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Author Topic: Mandatory/Entitlement Spending Reductions  (Read 4474 times)
Vexed
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« on: April 12, 2012, 01:33:44 AM »

It seems to me that both the high school and debate communities have managed to largely skirt debating some pretty big looming issues (although capturing portions of these debates in other topics), namely the healthcare debate and the United States' dangerously high amount of mandatory/entitlement spending. I think a topic on entitlement reform (namely reductions) would be both timely, have a large literature base of varying solvency evidence, and also engage head-on in some ways the economic debates many have been clamoring for. While most probably initially think of the "big three" entitlement spending programs (Social Security, Medicare, Medicaid) there's also a substantial chunk of the US's entitlement budget that is fairly diverse and offers ripe ground for a topic committee to pick areas within the larger controversy.

In terms of resolutions, the starting point I have in my head would be something along the lines of "Resolved: The United States federal government should substantially decrease its entitlement spending in one or more of the following areas: Social Security, Medicare, Medicaid, Education, Welfare.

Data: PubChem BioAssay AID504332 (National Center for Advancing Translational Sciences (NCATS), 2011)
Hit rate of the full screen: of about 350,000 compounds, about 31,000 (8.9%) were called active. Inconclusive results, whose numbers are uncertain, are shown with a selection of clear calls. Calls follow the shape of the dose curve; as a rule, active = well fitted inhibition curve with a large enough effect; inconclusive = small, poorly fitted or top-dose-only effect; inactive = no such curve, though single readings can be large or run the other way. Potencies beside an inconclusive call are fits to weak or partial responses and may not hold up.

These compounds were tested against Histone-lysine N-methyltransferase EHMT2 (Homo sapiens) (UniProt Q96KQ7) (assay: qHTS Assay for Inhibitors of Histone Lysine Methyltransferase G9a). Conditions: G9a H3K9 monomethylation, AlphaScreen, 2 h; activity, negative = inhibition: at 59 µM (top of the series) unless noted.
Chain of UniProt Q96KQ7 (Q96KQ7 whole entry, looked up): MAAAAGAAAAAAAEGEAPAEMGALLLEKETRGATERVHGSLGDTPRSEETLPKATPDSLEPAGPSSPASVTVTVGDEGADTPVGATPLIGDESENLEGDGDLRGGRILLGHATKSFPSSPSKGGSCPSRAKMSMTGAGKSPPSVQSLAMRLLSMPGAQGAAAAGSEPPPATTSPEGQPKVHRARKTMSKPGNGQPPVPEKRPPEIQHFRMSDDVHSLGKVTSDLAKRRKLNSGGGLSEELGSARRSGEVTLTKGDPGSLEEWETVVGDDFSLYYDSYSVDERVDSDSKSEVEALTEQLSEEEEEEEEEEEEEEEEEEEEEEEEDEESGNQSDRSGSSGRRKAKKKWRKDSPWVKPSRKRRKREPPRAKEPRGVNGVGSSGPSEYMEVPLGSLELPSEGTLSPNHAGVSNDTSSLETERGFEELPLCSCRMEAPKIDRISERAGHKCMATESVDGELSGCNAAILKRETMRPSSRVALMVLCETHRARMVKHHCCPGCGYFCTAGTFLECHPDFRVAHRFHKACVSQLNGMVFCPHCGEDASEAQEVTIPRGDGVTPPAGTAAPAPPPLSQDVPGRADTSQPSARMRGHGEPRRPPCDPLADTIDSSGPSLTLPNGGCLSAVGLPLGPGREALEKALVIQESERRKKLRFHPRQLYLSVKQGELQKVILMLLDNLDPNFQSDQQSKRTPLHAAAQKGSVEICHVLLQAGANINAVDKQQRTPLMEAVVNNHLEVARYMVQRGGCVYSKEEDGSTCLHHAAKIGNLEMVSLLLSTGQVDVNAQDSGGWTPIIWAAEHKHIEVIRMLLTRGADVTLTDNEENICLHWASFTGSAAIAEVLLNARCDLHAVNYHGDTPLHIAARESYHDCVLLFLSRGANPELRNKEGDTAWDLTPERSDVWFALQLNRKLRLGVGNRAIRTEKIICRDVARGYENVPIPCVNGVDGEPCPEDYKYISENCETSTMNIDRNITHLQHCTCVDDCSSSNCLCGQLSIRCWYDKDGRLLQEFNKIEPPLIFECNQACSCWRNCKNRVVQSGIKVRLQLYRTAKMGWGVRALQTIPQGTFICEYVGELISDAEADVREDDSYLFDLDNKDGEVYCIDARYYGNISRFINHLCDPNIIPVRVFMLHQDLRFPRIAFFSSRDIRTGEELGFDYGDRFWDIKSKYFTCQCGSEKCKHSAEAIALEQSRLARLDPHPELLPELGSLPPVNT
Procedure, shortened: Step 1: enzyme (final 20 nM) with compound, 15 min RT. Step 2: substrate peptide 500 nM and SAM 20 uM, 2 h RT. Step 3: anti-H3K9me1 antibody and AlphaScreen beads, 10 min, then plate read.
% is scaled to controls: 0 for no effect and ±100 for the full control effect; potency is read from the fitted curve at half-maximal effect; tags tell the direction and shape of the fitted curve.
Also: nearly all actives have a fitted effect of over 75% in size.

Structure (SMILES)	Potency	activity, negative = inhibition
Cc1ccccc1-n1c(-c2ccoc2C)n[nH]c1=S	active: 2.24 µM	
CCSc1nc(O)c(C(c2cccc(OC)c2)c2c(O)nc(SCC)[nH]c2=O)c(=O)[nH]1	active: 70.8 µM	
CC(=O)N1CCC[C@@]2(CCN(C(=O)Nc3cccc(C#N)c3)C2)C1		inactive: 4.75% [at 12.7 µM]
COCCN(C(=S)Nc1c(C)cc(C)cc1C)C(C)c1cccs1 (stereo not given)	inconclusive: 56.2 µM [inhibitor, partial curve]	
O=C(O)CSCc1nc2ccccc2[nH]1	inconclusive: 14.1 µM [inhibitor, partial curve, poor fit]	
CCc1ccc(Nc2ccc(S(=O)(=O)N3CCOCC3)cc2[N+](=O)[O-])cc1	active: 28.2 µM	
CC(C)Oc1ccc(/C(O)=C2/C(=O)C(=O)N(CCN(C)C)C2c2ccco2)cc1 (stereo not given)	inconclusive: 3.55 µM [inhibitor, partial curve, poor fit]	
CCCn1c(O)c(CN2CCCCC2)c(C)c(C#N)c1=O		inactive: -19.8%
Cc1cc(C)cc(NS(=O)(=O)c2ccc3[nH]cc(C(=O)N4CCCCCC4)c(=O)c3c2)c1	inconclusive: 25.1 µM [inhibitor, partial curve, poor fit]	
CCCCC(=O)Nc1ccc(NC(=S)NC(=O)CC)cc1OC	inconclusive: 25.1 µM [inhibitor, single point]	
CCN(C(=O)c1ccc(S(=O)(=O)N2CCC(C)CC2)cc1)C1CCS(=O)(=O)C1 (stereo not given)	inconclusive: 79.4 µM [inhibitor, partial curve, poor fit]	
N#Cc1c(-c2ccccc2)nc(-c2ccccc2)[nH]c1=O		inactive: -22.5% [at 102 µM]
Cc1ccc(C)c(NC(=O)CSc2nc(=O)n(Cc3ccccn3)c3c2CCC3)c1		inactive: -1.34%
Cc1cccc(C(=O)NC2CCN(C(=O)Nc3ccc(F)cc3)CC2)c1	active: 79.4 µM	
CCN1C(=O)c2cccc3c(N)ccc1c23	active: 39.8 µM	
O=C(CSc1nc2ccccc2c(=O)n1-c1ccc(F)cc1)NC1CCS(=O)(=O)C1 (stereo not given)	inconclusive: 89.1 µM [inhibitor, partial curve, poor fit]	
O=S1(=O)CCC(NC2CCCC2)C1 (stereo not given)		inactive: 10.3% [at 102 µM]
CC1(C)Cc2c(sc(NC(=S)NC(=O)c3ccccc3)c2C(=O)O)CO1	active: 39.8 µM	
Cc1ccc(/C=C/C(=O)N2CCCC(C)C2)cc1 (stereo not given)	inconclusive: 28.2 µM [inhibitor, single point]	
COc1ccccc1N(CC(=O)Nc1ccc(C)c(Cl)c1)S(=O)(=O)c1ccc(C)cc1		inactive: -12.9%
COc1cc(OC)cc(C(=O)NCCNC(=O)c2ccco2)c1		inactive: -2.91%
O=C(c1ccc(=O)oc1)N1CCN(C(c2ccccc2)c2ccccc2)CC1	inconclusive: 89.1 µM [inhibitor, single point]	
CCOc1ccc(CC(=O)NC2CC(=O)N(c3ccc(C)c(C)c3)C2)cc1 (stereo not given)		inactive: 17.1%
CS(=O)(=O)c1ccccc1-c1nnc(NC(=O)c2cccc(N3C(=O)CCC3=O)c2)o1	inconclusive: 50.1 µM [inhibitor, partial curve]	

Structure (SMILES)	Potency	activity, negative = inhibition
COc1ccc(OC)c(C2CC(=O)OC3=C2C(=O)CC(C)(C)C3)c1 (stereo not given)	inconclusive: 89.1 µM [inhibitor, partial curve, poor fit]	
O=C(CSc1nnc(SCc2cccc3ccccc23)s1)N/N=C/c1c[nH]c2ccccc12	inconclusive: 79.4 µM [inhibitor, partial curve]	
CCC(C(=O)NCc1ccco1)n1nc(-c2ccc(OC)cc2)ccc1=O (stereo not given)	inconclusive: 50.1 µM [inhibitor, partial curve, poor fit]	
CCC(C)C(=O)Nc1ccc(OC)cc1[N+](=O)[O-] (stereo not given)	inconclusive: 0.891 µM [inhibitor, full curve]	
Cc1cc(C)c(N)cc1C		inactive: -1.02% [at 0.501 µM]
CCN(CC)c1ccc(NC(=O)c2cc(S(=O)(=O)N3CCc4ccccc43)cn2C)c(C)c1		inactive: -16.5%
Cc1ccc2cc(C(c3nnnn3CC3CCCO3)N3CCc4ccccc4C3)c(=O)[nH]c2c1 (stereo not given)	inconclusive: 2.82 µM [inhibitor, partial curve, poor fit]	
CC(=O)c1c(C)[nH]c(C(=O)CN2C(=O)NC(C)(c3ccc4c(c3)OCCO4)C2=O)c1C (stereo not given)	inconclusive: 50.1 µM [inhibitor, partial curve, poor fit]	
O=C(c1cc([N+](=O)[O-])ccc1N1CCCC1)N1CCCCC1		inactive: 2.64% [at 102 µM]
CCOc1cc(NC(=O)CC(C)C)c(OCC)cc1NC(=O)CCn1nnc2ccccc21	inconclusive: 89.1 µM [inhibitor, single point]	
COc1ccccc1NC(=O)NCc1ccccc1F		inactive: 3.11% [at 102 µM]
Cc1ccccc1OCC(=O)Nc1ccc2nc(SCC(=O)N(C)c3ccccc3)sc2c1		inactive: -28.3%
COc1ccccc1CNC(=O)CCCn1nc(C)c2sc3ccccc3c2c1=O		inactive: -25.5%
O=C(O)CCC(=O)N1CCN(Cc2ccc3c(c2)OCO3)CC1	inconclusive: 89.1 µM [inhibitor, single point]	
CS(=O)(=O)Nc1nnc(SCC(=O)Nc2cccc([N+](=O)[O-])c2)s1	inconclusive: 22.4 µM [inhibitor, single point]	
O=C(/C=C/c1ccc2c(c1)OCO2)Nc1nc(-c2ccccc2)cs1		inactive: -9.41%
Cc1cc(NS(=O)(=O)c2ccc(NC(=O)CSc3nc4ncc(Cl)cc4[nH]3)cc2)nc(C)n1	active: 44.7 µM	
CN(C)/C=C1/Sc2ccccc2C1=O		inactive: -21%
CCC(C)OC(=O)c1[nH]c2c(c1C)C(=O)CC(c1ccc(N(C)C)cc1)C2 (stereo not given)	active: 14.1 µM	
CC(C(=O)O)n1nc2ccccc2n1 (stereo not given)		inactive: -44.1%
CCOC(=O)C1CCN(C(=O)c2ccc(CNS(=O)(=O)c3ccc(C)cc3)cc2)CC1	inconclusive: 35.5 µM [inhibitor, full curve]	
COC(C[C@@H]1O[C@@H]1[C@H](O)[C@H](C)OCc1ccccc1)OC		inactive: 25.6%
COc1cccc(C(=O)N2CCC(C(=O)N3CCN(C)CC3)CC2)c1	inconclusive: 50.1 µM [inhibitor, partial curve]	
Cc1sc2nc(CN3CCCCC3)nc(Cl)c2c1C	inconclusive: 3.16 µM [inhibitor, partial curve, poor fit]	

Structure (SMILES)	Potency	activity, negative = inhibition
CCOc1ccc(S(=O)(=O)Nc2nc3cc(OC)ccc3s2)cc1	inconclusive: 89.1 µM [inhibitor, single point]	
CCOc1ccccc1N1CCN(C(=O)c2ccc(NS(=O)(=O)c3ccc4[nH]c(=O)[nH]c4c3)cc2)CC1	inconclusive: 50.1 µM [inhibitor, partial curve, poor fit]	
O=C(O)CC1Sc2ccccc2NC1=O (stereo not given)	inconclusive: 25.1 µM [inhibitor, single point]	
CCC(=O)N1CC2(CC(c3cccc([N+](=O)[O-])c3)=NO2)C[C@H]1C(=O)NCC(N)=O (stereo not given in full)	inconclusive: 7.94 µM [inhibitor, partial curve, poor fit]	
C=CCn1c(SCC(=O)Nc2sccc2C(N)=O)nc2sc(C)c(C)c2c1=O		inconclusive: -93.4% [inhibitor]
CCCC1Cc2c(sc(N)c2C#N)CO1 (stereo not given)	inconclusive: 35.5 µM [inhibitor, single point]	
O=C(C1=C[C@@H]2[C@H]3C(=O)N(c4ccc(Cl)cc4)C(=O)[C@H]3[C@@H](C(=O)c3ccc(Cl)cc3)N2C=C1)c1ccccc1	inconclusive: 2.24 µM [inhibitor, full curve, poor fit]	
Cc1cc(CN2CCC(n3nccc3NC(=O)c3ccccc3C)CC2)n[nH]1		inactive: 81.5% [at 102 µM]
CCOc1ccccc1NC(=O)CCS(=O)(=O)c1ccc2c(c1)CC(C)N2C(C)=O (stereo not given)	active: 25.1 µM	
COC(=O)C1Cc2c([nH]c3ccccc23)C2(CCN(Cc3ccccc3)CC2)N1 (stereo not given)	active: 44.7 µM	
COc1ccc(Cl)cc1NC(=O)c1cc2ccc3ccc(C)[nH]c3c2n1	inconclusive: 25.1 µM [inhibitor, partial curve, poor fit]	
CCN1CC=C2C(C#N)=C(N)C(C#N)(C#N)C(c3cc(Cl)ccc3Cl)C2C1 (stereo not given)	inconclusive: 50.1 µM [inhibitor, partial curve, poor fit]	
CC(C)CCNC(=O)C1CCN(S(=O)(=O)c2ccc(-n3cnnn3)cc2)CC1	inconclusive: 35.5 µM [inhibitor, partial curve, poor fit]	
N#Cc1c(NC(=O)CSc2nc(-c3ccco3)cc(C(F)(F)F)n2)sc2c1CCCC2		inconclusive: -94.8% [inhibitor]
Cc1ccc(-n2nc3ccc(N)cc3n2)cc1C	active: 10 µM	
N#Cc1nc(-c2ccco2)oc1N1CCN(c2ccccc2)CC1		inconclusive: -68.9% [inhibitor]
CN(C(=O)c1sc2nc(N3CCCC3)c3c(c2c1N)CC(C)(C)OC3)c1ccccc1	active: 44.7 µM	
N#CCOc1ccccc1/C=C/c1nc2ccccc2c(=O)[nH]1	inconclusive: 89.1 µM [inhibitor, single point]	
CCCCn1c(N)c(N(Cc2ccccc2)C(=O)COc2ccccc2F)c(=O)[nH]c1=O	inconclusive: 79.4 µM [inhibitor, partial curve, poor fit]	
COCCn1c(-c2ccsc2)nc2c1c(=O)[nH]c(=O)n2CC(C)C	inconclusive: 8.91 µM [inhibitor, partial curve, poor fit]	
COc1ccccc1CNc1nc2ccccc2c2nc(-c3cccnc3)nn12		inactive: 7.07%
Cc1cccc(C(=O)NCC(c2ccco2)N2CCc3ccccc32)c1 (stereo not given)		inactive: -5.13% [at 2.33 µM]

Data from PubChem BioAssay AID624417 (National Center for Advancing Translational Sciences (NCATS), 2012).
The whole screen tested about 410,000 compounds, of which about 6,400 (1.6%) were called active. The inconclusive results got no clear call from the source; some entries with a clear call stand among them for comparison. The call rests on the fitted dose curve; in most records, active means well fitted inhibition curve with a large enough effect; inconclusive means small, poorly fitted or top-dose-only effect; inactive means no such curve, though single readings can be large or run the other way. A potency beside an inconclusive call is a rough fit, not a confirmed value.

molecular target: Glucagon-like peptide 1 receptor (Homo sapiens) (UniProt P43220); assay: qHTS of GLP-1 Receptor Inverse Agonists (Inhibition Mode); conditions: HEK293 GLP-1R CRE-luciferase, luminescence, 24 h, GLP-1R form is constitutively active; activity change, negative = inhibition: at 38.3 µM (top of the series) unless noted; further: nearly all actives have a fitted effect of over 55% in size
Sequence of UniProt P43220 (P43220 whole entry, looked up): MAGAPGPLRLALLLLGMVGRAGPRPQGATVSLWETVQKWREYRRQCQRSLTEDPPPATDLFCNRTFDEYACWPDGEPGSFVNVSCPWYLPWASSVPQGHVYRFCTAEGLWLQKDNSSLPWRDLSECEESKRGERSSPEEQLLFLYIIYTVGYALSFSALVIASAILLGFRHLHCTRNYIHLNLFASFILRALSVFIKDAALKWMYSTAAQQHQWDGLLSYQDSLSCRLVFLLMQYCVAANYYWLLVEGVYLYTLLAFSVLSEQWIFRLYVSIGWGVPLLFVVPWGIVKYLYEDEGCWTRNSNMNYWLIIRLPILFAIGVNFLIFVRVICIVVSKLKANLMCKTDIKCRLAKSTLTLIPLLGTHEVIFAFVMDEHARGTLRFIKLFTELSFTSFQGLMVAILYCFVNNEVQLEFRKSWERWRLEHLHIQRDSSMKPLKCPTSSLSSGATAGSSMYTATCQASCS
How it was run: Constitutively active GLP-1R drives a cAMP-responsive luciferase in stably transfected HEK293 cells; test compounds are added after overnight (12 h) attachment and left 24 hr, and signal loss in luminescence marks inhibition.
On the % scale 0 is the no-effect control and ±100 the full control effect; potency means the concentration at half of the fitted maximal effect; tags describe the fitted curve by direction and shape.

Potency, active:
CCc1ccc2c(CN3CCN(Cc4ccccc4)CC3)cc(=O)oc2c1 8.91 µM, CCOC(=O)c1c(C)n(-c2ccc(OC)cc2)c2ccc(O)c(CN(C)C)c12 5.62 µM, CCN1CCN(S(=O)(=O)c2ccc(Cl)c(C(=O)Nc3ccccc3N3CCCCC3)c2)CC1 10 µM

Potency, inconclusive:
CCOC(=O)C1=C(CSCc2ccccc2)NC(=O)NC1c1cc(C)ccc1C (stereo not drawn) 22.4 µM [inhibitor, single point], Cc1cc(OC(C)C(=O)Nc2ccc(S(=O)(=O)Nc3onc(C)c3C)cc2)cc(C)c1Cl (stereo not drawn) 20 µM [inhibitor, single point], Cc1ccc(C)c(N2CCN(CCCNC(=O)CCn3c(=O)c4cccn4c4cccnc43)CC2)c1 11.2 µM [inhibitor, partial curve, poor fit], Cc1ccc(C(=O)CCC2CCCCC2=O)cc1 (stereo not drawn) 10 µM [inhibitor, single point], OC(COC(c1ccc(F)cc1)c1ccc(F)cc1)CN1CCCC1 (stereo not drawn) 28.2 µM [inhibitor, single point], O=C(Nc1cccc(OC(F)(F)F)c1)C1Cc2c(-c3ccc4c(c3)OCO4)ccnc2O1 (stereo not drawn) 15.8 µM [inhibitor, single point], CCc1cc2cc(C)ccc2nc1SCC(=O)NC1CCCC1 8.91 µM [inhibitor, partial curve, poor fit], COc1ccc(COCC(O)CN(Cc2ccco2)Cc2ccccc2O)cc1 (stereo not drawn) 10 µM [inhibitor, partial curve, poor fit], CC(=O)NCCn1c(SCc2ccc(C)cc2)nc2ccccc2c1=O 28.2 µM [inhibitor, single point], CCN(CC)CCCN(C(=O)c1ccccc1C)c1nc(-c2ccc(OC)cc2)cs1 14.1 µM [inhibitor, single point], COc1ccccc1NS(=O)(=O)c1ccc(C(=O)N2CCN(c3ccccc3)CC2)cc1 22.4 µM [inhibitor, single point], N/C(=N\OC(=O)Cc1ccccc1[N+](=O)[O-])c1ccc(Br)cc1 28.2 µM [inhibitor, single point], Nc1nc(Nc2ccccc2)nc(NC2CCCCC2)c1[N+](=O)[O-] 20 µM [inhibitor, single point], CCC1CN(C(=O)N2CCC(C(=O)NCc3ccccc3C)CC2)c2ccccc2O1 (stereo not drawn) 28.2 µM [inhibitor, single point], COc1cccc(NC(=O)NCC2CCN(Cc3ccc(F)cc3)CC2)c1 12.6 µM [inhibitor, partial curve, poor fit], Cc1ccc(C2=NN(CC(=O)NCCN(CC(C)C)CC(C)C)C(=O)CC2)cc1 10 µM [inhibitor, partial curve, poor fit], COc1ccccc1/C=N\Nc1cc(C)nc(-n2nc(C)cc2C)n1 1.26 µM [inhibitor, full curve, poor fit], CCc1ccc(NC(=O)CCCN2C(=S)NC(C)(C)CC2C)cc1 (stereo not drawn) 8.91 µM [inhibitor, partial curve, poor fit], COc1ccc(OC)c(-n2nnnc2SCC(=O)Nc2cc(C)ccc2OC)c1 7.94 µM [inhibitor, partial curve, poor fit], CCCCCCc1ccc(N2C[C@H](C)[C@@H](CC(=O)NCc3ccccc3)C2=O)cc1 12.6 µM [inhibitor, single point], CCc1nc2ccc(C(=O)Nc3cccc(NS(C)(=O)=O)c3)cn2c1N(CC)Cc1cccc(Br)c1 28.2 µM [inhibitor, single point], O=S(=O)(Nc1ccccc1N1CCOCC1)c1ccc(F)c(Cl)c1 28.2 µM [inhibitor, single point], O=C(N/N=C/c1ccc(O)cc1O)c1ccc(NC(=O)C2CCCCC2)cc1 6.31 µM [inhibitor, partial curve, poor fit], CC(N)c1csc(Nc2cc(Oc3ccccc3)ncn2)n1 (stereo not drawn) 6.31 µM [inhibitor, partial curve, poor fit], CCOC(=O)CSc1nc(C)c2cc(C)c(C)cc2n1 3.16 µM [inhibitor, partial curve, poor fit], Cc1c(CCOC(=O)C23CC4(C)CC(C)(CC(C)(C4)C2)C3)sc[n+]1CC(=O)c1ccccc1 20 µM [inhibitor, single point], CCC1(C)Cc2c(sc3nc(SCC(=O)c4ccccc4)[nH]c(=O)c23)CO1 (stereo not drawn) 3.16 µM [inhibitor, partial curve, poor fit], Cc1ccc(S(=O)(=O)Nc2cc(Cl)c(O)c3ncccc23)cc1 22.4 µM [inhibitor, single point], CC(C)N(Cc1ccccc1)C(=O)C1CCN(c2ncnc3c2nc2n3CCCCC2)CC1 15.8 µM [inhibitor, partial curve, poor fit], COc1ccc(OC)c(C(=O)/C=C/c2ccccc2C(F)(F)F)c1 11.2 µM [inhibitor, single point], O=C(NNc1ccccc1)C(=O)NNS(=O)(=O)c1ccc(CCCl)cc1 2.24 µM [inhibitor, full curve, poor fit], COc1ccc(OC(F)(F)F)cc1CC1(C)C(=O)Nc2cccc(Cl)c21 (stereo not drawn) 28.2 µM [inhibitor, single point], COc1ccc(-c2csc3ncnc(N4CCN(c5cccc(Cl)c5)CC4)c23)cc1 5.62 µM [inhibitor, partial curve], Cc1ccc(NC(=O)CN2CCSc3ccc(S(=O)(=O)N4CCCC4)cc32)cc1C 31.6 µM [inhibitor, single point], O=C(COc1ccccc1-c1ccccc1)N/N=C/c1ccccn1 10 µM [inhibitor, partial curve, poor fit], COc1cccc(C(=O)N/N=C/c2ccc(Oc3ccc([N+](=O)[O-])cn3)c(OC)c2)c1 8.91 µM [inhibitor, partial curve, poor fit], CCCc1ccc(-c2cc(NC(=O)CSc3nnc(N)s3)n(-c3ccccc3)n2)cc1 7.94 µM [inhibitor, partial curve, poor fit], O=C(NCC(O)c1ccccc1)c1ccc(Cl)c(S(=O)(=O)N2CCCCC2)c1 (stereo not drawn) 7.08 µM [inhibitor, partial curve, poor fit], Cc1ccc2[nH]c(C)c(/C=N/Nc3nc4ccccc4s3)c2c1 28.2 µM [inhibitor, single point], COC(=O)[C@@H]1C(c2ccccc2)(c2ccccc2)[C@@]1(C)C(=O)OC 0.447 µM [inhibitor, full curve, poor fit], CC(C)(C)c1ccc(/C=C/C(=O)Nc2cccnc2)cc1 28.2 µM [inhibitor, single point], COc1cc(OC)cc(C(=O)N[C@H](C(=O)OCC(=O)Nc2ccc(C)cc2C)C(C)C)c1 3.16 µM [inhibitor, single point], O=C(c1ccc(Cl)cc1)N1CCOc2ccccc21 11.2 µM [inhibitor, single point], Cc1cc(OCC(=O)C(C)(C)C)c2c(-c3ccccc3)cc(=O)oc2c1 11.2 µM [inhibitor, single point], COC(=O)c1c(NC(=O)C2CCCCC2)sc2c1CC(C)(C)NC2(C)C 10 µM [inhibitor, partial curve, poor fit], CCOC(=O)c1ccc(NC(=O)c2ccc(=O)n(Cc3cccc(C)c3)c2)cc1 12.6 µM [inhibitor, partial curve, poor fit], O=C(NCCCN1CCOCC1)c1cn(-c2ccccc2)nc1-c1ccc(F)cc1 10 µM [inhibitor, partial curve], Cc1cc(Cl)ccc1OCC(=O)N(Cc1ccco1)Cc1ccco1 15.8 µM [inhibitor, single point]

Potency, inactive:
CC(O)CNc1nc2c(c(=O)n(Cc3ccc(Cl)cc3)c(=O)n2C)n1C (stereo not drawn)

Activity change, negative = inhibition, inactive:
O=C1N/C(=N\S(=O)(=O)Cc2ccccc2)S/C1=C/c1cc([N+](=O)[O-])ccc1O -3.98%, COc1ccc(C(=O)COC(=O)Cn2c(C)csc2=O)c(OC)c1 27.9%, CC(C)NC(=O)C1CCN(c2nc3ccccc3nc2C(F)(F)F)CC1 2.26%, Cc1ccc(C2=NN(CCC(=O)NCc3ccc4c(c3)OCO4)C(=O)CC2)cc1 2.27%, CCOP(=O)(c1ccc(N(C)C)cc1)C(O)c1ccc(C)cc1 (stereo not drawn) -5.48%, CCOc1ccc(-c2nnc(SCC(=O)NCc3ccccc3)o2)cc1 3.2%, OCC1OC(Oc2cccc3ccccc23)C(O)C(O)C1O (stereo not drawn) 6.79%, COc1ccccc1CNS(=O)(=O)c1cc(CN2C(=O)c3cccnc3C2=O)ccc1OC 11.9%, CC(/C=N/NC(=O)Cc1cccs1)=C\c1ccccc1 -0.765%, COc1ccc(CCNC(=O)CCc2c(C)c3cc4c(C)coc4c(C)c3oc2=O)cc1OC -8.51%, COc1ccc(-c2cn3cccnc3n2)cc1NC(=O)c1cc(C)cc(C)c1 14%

Wording is obviously something to look into a bit more for both preciseness (namely the usage of "mandatory spending" vs. "entitlement spending") as well as community desire for broadness. For instance, the resolution could lend itself to narrowing down certain "areas" to more specific programs - IE, instead of "Education" perhaps "Student Loans".

A quick rundown of potential topic areas:

Social Security is becoming a larger and larger "elephant in the room" in terms of looming economic and political concerns - this seems to lend itself to perhaps the largest literature base, as there are a number of proposals that have been floating around for decades now. Depending on the wording, affs could argue for complete privatization or a change in eligibility.

Medicare/Medicaid are the other big spenders in terms of a topic area like this, and of course they access different areas of the economy, health care, as well as different affirmative mechanisms that can be toyed around with.

TARP is obviously a recent addition to mandatory spending but a controversial one. I'd imagine there's some interesting cap links on this one, as well as a much larger case debate on the finance sector.